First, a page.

Getting kids off the street; Street Kids International’s executive director speaks to Rotary Club of Welland

Getting kids off the street; Street Kids International’s executive director speaks to Rotary Club of Welland

MAGGIE RIOPELLE
Local News – Wednesday, August 15, 2007 @ 09:00


David Pell, executive director of Street Kids International spoke to the Rotary Club of Welland yesterday about the organization and its goal to give youth in developing countries the tools to get off the streets and make healthier choices.

Photo: MAGGIE RIOPELLE / STAFF

The goal is to get kids off the streets by giving them tools and an opportunity to make a better life for themselves.

Rotary Club of Welland hosted guest speaker David Pell, executive director of Toronto-based Street Kids International, at a luncheon yesterday.

Street Kids International is a Canadian organization started nearly 20 years ago.

According to the United Nations there are 100 million young people who spend their days on the streets. Some live in poverty, others are not enrolled in school, and number of these young people are homeless.

"We see these young people as an opportunity as opposed to a problem," said Pell. "They want a life that is rewarding, as we all do … they can be many things."

Pell said there are a number of reasons why young people are on the streets whether it is related to global poverty, AIDS and HIV, drug and alcohol abuse, or war and conflict.

"We read and hear about these problems all the time … they are real," he said.

Street Kids, said Pell, was founded by a man working for the United Nations who saw a young person break into his vehicle and attempt to start it.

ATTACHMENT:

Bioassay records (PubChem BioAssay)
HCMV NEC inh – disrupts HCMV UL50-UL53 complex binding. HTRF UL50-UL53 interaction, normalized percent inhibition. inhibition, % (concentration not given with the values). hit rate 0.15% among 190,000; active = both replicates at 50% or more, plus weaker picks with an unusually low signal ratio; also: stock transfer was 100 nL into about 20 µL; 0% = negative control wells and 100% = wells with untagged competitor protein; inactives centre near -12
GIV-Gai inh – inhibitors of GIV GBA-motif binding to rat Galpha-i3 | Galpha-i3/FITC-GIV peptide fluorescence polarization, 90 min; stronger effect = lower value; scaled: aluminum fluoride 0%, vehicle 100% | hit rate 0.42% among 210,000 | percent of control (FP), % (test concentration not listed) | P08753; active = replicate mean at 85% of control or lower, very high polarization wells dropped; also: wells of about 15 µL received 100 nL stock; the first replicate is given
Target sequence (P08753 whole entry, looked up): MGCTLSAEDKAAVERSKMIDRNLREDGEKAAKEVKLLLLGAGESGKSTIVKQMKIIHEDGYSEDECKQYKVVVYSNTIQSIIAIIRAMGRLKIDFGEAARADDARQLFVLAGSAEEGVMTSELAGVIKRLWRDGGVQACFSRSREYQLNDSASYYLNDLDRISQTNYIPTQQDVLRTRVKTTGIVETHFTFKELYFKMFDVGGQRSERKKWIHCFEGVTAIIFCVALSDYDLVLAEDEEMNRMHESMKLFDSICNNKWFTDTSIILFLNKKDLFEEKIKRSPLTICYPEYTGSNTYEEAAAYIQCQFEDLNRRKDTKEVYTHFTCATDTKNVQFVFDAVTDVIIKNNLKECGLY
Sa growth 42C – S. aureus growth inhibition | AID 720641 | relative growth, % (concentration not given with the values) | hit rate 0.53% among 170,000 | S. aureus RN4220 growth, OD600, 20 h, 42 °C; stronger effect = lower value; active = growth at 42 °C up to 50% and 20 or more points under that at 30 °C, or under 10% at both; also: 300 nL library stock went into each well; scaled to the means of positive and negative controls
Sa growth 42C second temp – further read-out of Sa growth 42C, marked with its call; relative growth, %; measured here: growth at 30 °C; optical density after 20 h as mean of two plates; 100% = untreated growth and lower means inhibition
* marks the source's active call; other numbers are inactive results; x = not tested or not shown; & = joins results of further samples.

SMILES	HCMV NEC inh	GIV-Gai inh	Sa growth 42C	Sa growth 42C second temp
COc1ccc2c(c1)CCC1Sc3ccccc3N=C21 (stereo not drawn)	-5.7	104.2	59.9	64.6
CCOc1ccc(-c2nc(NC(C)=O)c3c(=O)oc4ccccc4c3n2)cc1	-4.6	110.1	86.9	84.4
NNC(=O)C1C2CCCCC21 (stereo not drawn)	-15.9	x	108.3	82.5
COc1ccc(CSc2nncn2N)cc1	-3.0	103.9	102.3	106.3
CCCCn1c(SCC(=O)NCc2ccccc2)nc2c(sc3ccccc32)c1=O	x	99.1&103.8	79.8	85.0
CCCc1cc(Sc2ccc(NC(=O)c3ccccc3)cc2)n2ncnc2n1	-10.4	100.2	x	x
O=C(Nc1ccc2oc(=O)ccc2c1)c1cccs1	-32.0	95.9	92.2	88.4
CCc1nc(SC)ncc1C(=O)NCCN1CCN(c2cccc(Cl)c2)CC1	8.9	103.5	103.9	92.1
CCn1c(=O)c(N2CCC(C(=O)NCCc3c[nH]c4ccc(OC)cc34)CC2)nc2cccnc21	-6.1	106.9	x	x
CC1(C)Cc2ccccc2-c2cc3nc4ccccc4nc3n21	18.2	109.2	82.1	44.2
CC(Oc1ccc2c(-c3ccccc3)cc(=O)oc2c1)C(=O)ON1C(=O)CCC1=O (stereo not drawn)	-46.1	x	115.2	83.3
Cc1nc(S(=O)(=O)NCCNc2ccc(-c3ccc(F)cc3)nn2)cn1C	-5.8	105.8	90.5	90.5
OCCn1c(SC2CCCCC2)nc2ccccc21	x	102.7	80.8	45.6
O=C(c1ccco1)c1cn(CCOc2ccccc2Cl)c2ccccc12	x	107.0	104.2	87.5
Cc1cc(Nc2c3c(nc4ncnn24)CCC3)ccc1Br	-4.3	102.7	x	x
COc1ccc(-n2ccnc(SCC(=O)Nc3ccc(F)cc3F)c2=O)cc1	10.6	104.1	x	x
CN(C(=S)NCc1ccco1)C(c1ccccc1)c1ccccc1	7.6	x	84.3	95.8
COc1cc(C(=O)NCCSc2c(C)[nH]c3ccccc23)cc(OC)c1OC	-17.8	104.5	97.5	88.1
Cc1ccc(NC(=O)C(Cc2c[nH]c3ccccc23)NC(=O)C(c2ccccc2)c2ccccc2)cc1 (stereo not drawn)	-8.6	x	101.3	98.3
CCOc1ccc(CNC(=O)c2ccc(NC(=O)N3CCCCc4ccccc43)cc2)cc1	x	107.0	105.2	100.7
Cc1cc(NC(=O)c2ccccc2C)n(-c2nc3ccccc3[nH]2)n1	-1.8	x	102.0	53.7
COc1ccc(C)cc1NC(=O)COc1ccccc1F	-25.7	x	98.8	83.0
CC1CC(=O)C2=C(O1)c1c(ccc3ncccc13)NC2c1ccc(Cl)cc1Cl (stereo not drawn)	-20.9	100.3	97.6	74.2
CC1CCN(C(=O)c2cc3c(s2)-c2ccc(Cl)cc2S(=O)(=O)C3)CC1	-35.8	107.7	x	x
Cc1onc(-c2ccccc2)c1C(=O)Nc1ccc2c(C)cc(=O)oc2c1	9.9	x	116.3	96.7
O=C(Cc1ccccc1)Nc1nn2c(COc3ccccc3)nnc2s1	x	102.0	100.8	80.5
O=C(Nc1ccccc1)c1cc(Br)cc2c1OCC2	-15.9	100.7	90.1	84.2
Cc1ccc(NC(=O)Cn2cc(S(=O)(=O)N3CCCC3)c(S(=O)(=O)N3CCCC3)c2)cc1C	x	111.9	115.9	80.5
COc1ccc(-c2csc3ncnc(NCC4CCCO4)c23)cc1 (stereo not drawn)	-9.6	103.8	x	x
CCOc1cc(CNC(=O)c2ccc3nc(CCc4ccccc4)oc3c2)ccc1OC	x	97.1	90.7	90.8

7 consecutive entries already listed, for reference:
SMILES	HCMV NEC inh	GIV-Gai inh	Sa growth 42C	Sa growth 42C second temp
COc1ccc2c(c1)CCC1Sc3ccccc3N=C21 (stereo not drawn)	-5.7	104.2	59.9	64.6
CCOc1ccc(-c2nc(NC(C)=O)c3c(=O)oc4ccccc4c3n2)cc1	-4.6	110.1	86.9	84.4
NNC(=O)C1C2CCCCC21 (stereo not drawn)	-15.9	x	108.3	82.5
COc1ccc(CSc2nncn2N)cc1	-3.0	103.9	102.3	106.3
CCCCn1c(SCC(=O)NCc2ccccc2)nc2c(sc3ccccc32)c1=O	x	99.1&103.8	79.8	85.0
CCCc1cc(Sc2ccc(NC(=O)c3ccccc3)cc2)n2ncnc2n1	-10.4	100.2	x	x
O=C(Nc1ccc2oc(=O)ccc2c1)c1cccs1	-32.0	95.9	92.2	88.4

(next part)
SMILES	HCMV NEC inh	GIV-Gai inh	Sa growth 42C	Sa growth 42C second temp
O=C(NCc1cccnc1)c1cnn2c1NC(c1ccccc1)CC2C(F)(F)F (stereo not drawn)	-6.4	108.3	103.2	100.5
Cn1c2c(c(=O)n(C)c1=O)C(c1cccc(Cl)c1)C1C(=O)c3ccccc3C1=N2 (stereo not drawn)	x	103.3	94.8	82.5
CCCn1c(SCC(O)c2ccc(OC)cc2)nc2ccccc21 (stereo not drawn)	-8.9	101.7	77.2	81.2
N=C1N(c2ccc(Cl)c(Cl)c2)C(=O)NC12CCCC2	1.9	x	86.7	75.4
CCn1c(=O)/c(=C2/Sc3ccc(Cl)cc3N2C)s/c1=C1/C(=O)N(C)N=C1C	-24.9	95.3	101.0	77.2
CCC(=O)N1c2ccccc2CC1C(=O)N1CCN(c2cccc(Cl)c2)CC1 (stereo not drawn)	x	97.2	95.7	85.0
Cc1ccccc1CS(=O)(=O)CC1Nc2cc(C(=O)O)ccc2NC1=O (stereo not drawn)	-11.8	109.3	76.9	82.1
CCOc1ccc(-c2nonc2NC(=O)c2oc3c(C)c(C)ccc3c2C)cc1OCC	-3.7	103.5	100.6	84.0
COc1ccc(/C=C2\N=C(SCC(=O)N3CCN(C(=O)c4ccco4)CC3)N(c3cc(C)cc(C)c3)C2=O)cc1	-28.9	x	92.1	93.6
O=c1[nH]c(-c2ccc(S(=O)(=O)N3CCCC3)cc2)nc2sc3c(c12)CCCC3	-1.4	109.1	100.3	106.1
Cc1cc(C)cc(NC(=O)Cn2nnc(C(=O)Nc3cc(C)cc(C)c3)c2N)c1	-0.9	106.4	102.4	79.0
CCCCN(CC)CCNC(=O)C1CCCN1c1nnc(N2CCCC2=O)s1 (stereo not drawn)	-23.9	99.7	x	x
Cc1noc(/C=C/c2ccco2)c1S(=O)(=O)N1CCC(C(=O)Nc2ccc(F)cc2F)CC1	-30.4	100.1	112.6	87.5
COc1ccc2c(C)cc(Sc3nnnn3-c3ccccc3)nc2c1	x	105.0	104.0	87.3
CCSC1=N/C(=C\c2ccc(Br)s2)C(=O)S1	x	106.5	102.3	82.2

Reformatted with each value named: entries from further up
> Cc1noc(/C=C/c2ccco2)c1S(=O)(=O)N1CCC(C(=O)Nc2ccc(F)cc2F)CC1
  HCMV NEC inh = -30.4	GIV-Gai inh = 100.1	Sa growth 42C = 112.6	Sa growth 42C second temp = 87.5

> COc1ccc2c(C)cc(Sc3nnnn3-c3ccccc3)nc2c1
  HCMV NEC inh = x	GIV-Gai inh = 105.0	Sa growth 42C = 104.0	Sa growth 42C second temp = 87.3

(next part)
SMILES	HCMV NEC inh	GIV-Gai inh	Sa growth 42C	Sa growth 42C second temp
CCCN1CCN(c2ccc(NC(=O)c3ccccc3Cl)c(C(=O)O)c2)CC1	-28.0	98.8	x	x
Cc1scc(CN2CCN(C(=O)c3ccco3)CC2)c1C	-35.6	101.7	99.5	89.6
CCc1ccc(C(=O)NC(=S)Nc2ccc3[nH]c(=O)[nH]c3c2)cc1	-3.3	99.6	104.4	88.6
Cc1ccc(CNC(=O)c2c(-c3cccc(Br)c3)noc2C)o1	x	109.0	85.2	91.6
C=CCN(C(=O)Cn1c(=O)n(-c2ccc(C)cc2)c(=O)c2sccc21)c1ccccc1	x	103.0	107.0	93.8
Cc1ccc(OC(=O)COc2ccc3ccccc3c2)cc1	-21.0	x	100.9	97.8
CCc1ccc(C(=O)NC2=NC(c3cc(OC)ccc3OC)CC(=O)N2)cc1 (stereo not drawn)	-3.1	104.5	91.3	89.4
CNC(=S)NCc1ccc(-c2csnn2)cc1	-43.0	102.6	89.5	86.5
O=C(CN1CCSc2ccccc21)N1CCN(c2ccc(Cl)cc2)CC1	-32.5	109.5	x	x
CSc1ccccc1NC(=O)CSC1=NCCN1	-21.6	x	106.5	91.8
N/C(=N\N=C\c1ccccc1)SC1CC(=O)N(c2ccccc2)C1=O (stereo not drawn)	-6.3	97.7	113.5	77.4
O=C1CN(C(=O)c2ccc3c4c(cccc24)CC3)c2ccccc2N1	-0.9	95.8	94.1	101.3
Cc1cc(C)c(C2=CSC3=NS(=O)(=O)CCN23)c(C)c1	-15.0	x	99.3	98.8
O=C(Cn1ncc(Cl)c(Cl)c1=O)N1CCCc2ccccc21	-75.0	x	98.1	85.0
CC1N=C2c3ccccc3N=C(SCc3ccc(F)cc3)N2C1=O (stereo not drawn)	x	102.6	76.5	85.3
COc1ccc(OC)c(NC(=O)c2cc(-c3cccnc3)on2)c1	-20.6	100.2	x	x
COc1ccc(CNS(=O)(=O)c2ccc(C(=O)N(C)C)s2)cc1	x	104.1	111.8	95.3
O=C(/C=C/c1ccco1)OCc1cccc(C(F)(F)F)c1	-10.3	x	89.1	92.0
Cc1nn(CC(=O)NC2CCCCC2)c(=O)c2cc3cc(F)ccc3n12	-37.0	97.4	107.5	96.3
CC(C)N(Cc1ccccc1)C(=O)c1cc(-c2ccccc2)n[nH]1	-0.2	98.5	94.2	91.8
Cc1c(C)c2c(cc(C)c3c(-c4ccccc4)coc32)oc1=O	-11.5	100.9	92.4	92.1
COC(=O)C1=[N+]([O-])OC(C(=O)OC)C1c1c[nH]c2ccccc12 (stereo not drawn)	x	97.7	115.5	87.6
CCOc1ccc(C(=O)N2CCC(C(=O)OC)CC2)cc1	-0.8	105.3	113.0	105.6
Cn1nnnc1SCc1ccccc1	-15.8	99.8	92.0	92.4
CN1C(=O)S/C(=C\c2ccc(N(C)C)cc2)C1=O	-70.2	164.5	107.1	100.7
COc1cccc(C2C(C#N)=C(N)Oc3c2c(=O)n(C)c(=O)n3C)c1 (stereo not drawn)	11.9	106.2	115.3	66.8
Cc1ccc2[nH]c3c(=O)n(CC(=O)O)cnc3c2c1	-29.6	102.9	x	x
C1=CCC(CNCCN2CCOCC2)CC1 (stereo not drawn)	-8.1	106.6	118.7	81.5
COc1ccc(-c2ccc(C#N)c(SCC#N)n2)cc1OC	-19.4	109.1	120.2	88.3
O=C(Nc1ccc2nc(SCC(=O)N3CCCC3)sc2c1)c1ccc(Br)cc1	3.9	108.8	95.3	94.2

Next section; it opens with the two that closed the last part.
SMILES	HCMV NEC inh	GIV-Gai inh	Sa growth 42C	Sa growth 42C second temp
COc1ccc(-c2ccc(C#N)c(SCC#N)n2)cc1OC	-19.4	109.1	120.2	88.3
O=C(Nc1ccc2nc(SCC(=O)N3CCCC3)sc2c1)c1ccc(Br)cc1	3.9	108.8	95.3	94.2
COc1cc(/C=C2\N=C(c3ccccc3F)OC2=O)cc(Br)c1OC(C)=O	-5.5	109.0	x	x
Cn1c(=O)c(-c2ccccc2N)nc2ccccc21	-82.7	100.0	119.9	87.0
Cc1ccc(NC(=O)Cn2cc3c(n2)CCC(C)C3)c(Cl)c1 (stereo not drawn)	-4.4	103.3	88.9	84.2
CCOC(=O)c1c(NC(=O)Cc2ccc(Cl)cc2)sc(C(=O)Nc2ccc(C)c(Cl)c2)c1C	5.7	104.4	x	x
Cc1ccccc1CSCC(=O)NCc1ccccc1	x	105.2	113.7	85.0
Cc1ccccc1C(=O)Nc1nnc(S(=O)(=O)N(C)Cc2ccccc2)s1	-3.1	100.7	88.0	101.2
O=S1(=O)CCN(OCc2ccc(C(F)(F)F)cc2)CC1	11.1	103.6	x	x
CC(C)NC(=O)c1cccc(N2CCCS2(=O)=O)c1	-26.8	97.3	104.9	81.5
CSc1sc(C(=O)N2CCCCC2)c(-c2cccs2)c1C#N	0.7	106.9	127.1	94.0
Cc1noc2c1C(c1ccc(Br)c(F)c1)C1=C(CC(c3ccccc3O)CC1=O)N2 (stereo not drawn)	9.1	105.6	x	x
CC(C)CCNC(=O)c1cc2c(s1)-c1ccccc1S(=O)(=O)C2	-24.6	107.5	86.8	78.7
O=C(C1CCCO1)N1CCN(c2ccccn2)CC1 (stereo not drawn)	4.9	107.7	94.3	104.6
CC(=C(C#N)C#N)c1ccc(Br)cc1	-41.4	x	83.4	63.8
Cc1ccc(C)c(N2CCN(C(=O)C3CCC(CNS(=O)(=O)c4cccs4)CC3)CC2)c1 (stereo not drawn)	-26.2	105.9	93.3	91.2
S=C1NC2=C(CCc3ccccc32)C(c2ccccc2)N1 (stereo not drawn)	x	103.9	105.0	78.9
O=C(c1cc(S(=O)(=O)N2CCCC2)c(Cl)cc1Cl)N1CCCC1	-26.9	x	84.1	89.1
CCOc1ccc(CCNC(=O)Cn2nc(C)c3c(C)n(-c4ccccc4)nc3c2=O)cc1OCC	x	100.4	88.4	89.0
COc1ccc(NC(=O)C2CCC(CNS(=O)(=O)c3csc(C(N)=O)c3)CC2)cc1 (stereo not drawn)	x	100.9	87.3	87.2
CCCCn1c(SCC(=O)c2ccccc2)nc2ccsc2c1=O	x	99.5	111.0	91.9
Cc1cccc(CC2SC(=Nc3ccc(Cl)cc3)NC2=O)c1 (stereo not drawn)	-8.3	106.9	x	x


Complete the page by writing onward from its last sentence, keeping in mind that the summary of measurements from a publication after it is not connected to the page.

"For whatever reason, instead of turning him into the authorities, he sat down and talked with him," said Pell.

"He realized that these young people, although living in unfavourable circumstances, can turn their lives around. Rather than punish them … let’s work with them."

Street Kids International aims to engage and empower street kids by working in partnership with organizations in developing countries with front-line workers who come into contact with street kids. The organization, he said, "trains the trainers" so more youth can be reached.

There are three core programs: street health, street work and street rights.

Street health programs focus on working with organizations and youth workers to engage street kids about making informed choices about sexual health and drug use.

"We use animations as an icebreaker," he said. "It gets the kids talking about who they are and who they want to be."

Making healthy choices, said Pell, helps kids to then move on to other opportunities through the street work programs which empowers streets kids to develop safe and more productive ways to earn a living.

One example is Sara, 17, a Zambian who with the help of the Street Kids programs learned that her sewing skills could help her to provide an income for herself. She now has a sewing business, said Pell.

There is also Tobias, who lost his parents at the age of 10 and lived on the streets. Now in his early 20s, Tobias will soon be a student at the University of Zambia, thanks to the tools he learned through Street Health and now shares his story with other kids.

The third focus area of Street Kids International is on the street rights program, aimed at advocating and educating on the rights of street kids.

From 2000 to 2006, the organization worker with the former Soviet Union and the project involved 80 communities, trained 15,000 youth workers and assisted about 500,000 youth.

"We are doing something right," said Pell. "In order to have a significant impact, we need to grow." For more information on Street Kids International visit www.streetkids.org.

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